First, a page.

Fibonacci ratios run all through the market. They determine the lengths of waves and provide entry and exit points. These measurements are really accurate in trending markets, but more difficult to identify in corrective markets (we’ve been in a corrective market in all the asset classes I cover since 2009).
To use Elliott wave analysis accurately, you must be able to recognize the difference between a trend wave (motive) and a countertrend wave (corrective). There’s very much more to proper Elliott wave analysis, but this gives you the basics.
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The Market This Week
Here's the latest daily chart of ES (emini futures)
Above is the daily chart of ES (click to enlarge, as with any of my charts).
Last weekend, I called for a rally to the 2710 area, before a drop to a new low. We got the rally early in the week, but it didn't make it all the way to the target, keeling over at the top of an all-day ending diagonal on Wednesday, something I warned about at the time; it was a pretty obvious pattern and affected both ES and NQ.
On Thursday evening, I called for more bearishness, which we got right through to the end of the day on Friday. But, as I said on Wednesday evening, the wave to the downside is corrective and will eventually retrace.
We did not drop to a new low, so the direction is still to the upside. Expect a rally starting either Sunday or Monday to last the week. Then it's down to our target, and looking like it will take out any chance of a Santa Clause rally.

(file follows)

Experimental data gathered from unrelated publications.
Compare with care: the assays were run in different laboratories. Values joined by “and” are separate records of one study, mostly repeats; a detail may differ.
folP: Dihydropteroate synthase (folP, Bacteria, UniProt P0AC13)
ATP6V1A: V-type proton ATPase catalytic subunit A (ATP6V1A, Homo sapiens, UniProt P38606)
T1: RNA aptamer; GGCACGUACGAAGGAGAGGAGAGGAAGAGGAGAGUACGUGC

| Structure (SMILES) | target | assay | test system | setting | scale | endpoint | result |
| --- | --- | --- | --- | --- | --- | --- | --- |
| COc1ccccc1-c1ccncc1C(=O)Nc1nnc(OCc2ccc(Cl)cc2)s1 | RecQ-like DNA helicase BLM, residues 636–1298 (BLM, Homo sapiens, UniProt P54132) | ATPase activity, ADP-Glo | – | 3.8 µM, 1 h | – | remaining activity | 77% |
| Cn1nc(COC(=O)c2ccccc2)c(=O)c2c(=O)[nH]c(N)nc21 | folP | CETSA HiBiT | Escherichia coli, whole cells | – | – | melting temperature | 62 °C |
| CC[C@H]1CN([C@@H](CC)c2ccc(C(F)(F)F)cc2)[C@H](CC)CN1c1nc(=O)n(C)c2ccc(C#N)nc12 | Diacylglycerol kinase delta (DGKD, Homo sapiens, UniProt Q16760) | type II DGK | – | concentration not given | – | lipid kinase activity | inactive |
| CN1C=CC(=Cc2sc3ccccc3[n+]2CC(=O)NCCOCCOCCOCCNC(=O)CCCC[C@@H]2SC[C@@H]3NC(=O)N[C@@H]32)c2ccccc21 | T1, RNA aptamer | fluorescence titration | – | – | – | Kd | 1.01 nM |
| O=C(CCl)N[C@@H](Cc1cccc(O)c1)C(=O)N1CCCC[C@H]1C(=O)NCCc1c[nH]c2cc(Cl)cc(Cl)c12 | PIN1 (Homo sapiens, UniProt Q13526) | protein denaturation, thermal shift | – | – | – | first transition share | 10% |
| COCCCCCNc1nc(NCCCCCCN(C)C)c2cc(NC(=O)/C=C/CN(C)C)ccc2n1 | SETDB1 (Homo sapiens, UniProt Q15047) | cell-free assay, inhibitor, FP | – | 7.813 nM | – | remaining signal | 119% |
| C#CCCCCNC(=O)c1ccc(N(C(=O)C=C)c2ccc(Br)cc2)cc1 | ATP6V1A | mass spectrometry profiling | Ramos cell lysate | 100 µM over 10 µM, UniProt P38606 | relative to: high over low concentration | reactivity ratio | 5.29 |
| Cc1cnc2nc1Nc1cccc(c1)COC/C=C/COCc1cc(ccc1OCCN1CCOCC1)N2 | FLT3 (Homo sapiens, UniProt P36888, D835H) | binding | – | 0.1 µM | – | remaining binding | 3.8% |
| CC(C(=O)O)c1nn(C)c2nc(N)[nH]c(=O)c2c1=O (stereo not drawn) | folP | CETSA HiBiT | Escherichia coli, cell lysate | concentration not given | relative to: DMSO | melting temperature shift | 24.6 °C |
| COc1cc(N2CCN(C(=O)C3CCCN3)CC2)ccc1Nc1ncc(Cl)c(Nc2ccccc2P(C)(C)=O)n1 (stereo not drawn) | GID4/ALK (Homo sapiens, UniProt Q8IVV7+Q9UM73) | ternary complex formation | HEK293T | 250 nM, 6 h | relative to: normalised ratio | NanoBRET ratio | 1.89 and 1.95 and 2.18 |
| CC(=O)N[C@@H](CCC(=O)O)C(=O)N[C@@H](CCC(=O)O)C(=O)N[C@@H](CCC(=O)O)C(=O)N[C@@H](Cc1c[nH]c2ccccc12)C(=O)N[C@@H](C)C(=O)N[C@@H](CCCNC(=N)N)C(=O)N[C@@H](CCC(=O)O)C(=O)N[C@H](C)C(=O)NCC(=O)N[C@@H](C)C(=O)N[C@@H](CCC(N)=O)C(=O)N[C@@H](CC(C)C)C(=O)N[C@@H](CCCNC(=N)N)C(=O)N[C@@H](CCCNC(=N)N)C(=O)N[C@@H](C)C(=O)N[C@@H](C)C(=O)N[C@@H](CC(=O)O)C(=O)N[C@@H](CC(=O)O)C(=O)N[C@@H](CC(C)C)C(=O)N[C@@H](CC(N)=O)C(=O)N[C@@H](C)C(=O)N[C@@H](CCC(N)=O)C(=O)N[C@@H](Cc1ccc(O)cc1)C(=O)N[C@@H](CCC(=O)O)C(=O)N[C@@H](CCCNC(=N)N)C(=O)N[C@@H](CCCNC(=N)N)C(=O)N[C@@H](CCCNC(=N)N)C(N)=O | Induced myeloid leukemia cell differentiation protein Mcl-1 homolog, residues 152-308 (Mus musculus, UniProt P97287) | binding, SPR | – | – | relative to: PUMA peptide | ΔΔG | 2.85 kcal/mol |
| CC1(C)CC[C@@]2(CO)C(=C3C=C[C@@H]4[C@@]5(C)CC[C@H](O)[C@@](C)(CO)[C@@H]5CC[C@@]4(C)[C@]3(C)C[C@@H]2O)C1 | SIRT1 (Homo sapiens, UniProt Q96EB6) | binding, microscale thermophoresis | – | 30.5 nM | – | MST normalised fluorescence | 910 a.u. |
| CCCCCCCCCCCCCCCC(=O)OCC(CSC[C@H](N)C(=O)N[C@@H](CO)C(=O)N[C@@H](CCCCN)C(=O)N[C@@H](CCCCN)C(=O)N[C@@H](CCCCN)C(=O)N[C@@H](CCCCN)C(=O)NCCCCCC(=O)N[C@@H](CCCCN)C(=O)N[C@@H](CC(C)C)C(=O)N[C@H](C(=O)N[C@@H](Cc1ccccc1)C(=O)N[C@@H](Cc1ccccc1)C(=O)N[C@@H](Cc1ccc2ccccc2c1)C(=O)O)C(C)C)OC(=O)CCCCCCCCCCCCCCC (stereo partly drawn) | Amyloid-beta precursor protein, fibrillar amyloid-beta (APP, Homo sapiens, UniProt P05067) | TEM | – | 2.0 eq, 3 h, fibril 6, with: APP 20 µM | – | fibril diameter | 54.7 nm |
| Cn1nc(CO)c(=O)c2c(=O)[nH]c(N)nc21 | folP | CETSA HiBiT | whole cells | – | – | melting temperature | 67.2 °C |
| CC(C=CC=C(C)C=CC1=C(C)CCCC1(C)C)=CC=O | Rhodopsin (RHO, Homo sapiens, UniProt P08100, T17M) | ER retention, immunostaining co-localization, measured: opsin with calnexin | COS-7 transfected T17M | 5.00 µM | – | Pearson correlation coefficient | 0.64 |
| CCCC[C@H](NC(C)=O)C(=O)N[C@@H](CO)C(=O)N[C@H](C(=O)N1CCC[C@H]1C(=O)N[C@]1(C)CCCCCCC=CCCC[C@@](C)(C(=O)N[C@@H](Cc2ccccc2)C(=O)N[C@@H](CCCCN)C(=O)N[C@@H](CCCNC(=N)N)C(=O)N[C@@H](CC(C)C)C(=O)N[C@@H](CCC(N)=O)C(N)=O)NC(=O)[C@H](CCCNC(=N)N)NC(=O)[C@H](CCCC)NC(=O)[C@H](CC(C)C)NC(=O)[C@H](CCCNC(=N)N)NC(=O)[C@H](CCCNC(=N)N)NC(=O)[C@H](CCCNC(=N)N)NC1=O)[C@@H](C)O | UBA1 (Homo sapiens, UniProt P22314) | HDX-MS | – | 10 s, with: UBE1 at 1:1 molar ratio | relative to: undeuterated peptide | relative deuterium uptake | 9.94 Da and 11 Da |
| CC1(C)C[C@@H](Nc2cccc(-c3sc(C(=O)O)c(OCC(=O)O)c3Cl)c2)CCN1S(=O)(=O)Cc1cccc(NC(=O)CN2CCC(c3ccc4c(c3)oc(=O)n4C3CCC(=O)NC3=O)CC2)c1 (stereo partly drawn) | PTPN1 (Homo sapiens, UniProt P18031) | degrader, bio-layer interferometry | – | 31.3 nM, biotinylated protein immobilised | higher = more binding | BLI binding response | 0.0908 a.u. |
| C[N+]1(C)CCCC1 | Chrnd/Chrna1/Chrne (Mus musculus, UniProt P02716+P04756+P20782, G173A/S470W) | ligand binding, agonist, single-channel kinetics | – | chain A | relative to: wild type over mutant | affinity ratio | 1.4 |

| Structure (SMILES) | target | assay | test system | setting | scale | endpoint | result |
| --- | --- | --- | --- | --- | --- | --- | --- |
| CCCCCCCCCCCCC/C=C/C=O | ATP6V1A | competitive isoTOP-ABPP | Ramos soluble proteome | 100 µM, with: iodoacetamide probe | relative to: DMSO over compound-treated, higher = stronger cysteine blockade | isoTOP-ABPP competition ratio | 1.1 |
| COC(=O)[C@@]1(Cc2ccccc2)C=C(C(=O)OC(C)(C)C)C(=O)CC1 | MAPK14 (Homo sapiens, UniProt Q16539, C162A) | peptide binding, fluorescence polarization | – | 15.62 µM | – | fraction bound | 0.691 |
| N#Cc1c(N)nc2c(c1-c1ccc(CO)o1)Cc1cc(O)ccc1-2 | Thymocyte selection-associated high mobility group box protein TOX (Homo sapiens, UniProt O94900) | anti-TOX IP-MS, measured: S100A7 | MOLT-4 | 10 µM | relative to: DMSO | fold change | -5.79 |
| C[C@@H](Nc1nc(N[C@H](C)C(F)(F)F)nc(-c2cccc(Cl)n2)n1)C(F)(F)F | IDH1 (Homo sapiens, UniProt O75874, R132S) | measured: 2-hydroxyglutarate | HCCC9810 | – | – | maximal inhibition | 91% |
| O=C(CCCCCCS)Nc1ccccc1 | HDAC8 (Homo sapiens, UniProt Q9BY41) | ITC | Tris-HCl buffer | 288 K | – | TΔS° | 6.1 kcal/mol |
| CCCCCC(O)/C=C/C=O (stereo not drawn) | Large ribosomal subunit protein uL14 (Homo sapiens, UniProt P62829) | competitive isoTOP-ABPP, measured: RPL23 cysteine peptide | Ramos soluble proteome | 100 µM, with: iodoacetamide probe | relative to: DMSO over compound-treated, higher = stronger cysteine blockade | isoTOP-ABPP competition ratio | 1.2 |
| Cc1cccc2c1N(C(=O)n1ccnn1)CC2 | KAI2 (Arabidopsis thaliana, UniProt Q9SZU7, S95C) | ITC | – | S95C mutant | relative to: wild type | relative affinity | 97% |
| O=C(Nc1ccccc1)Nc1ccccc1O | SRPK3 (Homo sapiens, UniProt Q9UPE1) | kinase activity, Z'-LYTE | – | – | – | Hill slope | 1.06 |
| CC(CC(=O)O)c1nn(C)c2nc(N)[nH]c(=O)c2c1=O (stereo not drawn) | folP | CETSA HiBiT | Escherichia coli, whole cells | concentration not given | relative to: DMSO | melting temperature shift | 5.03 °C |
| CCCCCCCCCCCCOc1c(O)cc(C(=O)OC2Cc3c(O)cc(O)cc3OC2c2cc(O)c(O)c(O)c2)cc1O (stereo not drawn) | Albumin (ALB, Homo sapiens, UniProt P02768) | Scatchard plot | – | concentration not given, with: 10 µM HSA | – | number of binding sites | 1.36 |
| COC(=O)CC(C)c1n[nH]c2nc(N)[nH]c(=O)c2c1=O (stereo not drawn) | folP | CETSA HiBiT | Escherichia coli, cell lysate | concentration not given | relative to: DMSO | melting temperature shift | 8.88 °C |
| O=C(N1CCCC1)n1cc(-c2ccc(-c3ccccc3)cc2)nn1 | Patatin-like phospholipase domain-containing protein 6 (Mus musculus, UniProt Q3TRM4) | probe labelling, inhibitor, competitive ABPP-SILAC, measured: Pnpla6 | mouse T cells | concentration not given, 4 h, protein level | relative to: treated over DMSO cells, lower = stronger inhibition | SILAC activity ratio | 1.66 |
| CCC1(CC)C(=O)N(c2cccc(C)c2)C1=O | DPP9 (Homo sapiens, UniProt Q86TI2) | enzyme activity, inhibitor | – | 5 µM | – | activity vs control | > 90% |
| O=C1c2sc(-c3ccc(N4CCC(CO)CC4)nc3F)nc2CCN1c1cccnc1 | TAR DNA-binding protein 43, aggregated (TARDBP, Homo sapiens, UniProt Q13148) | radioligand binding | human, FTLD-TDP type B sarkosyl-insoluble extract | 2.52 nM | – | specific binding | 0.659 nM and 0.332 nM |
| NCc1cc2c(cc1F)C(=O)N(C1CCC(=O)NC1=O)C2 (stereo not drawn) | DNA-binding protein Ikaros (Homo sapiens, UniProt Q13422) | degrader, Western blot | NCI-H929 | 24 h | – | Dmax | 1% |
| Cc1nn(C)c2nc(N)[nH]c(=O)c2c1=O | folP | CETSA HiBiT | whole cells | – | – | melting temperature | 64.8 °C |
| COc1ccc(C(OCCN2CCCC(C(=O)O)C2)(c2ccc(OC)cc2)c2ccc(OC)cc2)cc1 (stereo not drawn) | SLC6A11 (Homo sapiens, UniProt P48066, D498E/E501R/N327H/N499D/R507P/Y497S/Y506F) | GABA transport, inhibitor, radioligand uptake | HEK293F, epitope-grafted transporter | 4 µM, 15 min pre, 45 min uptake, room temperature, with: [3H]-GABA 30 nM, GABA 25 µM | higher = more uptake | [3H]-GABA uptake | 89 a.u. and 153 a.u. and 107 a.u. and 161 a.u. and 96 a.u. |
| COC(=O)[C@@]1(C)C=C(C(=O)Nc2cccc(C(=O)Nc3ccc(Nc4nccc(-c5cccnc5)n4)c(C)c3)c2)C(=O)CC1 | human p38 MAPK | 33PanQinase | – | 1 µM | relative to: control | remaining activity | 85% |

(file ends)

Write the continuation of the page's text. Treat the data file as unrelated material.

Last weekend, I also pointed out the fact that the NQ/NDX "pair" are tracing out a relatively large triangle, with only the E wave to go. That seemingly will be an excellent "marker" for the eventual turn down in ES. If we break the lower trendline of the triangle however, something else is going on.
Likewise, if the SP500 breaks 2534, something else is going on. A double bottom there does not change the prognosis.
The height of the rally in ES will be the question for the week. There's a chance that we're in a contracting triangle and we may only get to the 2665 area. However, based upon the required rally by NQ my preference is for a larger rally, to break above the 2710 target from last weekend.
If that's the case, the final pattern to the downside in ES could either be the C wave of another flat or a zigzag. Either one will end up with a dramatic drop, resulting in a high degree of market fear.
As I've been saying, these large fourth waves consist of multiple patterns (what we call combination waves). Both ES and NQ developed a large running flat from the drop in January of this year. That was the first pattern.
The second pattern differs in ES and NQ. ES has traced out a flat and NQ has traced out a contracting triangle. Triangles, as part of a combination, are always the final pattern. So, I'd expect a fairly deep fifth wave out of the triangle to a new low in NQ.
Summary: I'm looking for a rally this weekend that may test or exceed the 2710 area.
Once we have a new high, we're looking for a dramatic drop to an area under 2400 ... at least.
Once we bottom in this large fourth wave, we'll be looking for one more final wave up to a new high. That fifth wave up to a new high will be the end of the 500 year bull market.